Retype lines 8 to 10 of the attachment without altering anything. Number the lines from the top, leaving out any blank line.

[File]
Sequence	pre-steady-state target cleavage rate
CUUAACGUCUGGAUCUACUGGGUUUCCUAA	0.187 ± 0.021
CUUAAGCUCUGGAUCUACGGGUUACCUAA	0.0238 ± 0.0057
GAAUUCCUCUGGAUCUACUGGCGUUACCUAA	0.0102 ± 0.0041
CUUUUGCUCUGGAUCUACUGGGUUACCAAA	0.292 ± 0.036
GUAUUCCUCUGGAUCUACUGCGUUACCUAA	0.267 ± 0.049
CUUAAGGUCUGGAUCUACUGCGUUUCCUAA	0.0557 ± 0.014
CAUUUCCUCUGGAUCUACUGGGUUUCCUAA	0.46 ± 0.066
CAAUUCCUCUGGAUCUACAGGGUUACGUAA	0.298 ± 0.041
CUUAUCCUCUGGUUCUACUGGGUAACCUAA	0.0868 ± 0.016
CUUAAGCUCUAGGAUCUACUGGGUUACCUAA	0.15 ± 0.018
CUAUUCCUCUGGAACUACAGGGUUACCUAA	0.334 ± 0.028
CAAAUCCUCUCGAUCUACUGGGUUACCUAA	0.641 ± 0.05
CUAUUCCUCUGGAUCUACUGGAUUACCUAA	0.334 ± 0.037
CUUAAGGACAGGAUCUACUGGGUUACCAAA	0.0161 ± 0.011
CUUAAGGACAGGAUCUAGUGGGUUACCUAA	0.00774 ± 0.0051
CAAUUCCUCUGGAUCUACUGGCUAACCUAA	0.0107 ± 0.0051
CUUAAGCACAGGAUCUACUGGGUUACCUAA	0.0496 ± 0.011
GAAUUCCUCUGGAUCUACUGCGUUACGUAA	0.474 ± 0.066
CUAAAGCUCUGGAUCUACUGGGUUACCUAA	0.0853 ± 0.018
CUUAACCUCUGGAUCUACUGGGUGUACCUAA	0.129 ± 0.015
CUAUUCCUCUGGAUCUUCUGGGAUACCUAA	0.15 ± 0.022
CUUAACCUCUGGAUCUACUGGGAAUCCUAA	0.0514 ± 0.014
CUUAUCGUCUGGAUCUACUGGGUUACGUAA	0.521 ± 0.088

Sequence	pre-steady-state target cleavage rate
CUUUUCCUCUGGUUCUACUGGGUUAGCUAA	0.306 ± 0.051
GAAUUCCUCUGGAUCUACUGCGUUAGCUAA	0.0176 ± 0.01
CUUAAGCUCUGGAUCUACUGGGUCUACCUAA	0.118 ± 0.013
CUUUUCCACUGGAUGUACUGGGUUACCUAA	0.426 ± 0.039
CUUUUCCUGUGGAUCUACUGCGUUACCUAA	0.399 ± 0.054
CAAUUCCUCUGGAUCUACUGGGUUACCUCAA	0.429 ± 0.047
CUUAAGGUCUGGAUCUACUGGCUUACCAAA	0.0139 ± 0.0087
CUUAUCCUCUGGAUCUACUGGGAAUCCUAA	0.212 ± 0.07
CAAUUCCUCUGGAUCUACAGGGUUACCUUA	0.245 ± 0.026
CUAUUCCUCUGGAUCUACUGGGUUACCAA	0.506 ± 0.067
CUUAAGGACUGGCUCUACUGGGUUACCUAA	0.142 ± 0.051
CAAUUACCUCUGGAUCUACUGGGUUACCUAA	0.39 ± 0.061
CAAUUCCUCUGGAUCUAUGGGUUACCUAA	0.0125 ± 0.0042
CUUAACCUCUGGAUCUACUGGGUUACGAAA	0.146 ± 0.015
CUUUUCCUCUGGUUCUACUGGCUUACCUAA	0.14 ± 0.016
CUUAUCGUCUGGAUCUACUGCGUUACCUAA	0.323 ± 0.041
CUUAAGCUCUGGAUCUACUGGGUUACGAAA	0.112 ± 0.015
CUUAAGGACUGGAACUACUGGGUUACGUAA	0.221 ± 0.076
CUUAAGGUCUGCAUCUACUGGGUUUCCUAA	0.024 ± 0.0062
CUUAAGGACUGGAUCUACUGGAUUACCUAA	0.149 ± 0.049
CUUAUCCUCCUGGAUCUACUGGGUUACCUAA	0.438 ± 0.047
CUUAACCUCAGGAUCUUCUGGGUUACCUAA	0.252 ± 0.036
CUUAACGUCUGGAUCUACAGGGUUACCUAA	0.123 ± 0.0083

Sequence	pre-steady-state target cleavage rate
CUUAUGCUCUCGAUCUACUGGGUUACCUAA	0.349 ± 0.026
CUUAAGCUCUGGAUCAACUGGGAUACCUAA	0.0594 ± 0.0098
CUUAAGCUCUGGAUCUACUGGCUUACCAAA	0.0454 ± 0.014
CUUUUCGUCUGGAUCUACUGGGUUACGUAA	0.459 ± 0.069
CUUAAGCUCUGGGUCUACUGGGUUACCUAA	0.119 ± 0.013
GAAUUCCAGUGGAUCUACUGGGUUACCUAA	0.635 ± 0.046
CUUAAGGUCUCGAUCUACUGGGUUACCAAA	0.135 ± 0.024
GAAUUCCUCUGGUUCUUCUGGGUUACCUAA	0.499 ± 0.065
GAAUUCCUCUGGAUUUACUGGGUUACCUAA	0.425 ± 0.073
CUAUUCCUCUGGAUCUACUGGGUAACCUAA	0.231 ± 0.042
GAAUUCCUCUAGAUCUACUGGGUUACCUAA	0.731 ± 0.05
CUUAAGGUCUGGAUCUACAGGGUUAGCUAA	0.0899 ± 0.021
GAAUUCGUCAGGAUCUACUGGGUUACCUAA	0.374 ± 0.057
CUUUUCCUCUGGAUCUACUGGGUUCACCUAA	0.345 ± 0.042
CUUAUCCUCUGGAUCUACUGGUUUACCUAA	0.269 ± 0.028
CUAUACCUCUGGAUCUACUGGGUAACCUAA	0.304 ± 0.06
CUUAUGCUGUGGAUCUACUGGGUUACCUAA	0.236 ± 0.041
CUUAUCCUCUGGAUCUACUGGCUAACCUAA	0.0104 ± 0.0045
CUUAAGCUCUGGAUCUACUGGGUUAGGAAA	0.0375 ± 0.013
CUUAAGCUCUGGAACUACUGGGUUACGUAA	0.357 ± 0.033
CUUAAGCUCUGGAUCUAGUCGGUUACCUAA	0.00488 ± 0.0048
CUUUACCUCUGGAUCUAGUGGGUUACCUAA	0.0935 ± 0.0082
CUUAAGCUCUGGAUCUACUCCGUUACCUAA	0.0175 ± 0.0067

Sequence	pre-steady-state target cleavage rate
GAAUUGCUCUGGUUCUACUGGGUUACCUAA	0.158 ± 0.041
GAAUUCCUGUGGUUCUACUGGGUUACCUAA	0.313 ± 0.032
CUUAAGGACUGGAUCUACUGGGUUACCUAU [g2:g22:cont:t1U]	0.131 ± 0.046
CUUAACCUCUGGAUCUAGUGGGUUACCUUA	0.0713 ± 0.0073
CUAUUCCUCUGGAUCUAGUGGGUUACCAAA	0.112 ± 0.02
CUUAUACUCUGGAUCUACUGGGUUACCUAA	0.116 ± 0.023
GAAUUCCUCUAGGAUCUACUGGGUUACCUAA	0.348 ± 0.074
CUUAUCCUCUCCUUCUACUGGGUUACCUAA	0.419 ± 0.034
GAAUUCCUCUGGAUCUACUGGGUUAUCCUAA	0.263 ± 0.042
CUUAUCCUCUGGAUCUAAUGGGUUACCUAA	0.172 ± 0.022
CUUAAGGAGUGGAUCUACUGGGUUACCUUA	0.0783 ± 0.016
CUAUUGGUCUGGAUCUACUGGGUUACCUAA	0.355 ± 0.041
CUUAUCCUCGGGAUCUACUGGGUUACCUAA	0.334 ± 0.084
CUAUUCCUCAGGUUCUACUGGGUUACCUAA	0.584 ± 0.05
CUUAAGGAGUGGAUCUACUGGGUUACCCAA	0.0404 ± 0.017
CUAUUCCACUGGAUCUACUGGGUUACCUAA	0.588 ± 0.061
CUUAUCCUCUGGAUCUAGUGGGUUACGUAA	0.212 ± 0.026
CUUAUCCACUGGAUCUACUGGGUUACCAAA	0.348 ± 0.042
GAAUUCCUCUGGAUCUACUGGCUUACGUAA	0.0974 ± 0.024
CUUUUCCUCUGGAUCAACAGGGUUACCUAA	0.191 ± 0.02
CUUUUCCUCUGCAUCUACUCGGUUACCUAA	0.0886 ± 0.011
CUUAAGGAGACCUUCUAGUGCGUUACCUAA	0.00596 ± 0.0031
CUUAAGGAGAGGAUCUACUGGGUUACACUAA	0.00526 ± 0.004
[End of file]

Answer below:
CAUUUCCUCUGGAUCUACUGGGUUUCCUAA	0.46 ± 0.066
CAAUUCCUCUGGAUCUACAGGGUUACGUAA	0.298 ± 0.041
CUUAUCCUCUGGUUCUACUGGGUAACCUAA	0.0868 ± 0.016